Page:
Heteroatoms (B, N, and P) doped on nickel-doped graphene for phosgene (COCl2) adsorption: insight from theoretical calculations

D. O. Odey, H. O. Edet, H. Louis, T. E. Gber, A. D. Nwagu, S. A. Adalikwu, A. S. Adeyinka

Research output: Contribution to journalArticlepeer-review

21 Citations (Scopus)


Nanomaterials have been used for different applications including sensing environmental gases. Exposure to hazardous gas in the environment leads to major health issues such as swelling throats, delayed nervous system responses, and many more. Similarly, the development of sensors for fast environmental COCl2 monitoring is currently necessary. In this work, a molecular study on the adsorption of COCl2 onto metal-doped graphene nanoflakes and the heteroatom-decorated graphene nanoflakes (Ni, B, N, and P) has been computed using the density functional theory method at the ωB97XD/6-311 + G (d, p) level of computation. Total density of state analysis shows that the Ni-doped and decorated (B, N, P) surfaces decrease the HOMO-LUMO energy gap and therefore have a significant influence on the electric properties of the surfaces. The deviation in bond length on complexation with gas molecules infers that surfaces can adsorb COCl2 gas. In our work, two configurations are used: sites Cl and O. From our result for adsorption energies, it is observed that COCl2 is better adsorbed on the metal-doped graphene than the heteroatom-decorated graphene with an adsorption energy of −6.466 eV at orientation O-atom site. The calculated adsorption energies indicate that at site Cl of the COCl2 gas is physisorbed and chemisorbed at site O. The adsorption energy is in the order of GP_Ni > GP_NiP > GP_NiB > GP_NNI. The order of decreasing stabilization energy is as follows: GP_NiB > GP > GP_Ni > GP_NiN > GP_NiP; this contributes to the stability of adsorbent materials. The quantum theory of atom in molecules and non-covalent interaction analysis validate that the interaction between COCl2 and model surfaces is more non-covalent. Therefore, studied graphene nanoflake models can adsorb COCl2 gas molecules and can be considered an effective gas-sensing material.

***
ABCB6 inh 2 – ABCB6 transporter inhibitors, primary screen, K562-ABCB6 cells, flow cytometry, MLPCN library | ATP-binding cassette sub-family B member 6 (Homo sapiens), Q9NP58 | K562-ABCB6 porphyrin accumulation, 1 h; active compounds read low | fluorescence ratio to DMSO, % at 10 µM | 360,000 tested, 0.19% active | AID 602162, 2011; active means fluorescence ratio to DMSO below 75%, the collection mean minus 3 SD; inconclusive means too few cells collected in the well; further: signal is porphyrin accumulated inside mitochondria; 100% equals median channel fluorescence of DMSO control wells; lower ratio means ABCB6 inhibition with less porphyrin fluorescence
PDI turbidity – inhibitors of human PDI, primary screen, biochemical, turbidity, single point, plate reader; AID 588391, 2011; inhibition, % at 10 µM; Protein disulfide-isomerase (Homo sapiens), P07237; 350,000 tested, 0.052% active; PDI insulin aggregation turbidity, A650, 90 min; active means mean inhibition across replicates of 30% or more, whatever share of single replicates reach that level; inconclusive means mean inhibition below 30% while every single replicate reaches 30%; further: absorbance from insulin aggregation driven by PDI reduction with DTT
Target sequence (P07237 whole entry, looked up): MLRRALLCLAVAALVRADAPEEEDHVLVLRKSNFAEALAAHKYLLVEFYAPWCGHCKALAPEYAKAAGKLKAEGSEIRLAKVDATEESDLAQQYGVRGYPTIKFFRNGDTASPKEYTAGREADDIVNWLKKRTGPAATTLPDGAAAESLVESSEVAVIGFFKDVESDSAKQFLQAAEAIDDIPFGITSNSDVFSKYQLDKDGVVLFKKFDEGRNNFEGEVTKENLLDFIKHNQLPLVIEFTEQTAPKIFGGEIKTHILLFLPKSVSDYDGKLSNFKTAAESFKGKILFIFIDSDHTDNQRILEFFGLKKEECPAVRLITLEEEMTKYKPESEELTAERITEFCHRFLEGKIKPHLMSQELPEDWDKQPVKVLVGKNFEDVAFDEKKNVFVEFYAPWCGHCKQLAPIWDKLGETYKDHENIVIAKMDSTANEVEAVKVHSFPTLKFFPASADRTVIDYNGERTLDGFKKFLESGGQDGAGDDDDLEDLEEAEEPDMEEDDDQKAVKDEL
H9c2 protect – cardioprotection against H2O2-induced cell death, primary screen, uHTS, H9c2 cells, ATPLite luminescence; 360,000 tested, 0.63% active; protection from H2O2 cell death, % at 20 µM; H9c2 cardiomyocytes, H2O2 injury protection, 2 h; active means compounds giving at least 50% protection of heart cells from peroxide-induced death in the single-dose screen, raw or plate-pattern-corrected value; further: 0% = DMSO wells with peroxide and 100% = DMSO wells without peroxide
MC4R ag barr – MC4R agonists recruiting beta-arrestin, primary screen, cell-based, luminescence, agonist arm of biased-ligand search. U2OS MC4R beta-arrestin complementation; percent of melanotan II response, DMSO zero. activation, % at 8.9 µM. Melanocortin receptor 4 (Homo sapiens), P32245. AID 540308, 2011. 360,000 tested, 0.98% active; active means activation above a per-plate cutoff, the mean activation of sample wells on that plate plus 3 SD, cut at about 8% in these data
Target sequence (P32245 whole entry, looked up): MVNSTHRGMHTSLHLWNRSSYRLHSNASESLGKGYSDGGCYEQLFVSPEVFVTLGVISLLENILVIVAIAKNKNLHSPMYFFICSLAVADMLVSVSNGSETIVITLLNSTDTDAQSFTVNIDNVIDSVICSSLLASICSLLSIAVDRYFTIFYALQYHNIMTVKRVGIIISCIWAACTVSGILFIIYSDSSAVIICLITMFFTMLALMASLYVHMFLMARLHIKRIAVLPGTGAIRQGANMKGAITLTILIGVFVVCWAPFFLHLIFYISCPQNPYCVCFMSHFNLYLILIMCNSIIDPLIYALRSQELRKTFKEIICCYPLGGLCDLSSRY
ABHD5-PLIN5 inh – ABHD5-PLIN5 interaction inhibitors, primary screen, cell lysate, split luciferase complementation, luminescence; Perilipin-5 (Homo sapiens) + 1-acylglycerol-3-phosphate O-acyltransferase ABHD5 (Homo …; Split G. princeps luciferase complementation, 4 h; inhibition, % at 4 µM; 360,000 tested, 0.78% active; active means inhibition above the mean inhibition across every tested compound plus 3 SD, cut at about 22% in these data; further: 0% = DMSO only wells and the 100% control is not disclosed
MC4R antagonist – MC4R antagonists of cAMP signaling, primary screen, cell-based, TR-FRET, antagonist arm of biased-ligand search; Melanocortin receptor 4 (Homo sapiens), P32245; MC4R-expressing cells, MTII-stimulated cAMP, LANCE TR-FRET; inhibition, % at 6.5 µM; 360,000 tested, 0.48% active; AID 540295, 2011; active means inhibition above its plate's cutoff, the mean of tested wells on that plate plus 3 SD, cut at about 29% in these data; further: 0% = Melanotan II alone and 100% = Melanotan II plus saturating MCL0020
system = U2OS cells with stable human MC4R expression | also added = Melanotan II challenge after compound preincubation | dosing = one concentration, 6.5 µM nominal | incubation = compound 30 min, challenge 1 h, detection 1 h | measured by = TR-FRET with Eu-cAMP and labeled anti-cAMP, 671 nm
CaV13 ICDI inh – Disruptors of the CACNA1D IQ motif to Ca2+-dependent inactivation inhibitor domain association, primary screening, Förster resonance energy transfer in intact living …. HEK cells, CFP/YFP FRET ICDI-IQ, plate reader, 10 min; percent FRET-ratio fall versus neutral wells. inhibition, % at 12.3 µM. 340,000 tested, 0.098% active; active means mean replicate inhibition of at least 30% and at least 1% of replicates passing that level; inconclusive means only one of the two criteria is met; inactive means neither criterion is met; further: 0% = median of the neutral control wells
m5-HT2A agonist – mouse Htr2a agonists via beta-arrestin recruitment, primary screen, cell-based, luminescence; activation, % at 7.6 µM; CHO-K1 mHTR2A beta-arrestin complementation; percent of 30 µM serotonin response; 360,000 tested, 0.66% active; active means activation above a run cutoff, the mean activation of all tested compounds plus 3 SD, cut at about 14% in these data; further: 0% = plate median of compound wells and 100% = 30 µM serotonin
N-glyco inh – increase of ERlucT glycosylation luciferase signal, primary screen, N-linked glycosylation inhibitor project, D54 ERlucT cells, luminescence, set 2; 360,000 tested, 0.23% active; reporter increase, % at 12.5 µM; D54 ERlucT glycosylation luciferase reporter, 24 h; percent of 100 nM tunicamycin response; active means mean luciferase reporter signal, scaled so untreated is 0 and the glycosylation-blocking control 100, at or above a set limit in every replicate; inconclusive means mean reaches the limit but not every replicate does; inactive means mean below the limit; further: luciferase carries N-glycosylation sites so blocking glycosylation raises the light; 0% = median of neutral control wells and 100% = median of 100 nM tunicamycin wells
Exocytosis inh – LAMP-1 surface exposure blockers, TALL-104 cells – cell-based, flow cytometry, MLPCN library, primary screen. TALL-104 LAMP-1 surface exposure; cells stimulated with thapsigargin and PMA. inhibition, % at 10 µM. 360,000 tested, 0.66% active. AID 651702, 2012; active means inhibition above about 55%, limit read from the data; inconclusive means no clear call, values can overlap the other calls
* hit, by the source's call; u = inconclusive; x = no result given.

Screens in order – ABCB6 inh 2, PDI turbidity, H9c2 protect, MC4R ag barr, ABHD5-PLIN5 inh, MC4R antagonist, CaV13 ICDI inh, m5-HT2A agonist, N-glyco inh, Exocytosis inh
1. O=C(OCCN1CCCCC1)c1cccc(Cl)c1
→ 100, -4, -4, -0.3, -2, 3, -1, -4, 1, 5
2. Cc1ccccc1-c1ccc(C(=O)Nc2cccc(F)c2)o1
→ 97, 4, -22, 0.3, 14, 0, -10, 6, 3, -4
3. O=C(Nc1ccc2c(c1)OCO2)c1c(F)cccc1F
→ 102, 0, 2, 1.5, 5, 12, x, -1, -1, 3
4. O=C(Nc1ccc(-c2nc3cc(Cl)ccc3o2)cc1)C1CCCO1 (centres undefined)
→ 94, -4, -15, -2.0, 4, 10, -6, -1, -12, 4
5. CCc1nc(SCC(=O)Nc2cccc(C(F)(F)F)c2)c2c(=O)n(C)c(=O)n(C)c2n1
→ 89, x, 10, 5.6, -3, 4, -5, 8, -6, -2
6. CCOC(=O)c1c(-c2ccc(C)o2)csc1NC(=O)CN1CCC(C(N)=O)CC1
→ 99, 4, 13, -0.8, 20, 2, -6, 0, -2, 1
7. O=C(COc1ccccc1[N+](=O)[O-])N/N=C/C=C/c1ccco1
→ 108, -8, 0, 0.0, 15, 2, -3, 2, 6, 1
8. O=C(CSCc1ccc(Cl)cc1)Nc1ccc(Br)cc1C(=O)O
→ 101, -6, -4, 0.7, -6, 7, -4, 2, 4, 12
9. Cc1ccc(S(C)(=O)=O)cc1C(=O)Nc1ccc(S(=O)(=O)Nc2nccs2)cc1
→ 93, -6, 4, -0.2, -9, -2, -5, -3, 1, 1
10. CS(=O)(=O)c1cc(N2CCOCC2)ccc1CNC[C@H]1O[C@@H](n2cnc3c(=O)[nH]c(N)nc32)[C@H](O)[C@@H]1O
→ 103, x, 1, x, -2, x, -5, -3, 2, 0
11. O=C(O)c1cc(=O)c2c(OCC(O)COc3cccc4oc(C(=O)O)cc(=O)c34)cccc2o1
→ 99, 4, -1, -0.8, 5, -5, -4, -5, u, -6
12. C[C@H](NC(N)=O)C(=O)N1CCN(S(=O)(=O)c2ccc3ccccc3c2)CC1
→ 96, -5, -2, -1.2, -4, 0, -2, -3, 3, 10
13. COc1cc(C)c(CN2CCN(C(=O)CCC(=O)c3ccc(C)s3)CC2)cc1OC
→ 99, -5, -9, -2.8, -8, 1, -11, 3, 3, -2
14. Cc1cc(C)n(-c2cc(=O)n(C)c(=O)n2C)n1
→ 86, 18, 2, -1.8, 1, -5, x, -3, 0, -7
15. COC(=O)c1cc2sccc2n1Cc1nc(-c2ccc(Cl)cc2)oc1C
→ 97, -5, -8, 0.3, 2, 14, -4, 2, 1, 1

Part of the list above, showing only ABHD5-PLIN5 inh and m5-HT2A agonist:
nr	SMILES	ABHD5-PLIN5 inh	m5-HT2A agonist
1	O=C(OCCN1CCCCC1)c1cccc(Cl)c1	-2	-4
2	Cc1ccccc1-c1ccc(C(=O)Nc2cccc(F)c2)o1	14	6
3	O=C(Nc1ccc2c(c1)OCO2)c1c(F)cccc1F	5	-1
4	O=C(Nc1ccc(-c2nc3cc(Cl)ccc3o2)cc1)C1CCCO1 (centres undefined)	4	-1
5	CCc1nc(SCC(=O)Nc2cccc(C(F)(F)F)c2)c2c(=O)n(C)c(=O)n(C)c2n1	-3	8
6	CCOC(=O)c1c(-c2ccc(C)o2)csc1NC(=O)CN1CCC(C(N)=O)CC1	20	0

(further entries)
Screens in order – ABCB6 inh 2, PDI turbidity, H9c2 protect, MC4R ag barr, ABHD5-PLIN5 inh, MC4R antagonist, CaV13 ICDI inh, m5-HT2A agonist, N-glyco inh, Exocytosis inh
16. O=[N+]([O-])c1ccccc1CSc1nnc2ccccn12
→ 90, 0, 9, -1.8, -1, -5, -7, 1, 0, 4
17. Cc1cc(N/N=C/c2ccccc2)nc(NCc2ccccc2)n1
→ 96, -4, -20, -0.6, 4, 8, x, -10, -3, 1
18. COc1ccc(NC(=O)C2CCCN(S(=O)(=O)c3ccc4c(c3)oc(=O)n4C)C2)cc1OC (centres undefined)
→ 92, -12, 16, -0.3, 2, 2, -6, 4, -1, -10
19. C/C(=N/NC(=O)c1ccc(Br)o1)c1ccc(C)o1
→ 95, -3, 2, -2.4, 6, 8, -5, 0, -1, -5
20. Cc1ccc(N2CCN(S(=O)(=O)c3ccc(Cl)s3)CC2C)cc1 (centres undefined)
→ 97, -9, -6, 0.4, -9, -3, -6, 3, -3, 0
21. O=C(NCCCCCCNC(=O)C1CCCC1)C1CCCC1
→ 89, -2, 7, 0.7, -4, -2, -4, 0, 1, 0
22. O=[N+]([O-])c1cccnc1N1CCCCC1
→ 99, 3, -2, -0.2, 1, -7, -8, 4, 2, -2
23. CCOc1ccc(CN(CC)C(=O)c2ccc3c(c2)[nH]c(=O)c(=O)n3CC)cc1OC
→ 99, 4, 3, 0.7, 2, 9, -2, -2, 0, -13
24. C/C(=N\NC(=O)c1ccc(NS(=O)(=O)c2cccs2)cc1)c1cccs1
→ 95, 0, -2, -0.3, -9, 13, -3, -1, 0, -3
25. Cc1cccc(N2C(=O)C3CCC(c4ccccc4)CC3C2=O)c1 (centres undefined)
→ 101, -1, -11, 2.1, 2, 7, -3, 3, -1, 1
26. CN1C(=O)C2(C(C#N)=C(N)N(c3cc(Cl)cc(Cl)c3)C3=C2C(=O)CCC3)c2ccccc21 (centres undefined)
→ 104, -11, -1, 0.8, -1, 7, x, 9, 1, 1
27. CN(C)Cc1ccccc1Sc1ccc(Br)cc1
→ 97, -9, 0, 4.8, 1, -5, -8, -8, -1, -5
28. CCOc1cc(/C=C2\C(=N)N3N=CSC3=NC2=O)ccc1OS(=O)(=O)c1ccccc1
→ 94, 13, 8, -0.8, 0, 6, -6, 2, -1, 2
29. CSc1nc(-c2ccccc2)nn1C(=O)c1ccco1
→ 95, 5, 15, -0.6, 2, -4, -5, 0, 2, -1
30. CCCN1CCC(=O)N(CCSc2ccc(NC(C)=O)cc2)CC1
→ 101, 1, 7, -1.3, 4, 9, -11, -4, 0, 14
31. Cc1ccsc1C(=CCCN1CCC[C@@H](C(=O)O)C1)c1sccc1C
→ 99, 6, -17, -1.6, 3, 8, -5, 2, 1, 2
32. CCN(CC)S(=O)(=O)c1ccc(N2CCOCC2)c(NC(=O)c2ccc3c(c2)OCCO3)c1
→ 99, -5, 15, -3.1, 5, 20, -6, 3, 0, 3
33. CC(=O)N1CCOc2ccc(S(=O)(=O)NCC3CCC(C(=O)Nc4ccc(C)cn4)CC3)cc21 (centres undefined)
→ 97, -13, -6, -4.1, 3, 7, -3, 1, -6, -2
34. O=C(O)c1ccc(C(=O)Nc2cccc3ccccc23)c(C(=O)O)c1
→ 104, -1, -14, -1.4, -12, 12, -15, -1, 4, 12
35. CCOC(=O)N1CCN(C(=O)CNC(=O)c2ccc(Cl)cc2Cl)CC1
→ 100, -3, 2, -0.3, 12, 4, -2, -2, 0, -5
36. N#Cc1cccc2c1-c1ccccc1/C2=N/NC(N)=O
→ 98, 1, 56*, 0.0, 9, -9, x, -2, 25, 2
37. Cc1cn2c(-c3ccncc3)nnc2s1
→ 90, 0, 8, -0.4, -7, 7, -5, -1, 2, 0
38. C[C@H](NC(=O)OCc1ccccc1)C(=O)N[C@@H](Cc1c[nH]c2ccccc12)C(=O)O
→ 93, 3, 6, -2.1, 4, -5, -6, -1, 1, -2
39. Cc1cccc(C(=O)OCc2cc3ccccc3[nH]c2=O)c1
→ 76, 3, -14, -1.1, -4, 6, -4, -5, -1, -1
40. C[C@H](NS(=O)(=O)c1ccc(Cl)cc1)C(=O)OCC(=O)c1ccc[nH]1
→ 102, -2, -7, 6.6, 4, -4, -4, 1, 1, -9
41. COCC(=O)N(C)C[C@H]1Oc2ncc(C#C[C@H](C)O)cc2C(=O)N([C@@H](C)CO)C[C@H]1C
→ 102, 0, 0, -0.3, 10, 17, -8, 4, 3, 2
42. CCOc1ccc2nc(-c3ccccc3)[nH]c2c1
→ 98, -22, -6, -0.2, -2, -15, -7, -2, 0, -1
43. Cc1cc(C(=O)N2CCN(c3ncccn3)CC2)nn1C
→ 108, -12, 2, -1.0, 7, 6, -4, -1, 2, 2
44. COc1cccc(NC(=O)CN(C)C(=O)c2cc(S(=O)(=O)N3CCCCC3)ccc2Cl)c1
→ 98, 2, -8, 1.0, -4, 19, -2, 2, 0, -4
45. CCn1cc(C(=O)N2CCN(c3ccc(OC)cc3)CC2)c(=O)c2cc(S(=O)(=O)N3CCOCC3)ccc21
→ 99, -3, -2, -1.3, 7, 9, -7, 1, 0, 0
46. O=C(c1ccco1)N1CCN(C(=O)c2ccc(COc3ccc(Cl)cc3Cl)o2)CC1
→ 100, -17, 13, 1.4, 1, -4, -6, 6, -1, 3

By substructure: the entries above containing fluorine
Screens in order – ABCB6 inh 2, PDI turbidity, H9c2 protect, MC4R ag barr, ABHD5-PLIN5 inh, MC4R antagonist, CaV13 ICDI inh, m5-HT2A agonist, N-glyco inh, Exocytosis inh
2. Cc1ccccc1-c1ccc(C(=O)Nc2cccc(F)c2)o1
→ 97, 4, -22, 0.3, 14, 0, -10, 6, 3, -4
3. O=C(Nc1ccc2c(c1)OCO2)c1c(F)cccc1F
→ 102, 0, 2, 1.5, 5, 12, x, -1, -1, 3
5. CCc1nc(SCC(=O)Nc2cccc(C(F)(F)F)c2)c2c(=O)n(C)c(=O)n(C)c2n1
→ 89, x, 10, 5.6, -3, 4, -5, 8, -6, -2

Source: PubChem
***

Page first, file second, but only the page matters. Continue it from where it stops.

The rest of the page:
Original languageEnglish
Article number100294
JournalMaterials Today Sustainability
Publication statusPublished - Mar 2023


  • Chemisorption
  • DFT
  • Nanomaterial
  • Physisorption
  • Toxic

ASJC Scopus subject areas

  • General Chemistry
  • Renewable Energy, Sustainability and the Environment
  • General Materials Science


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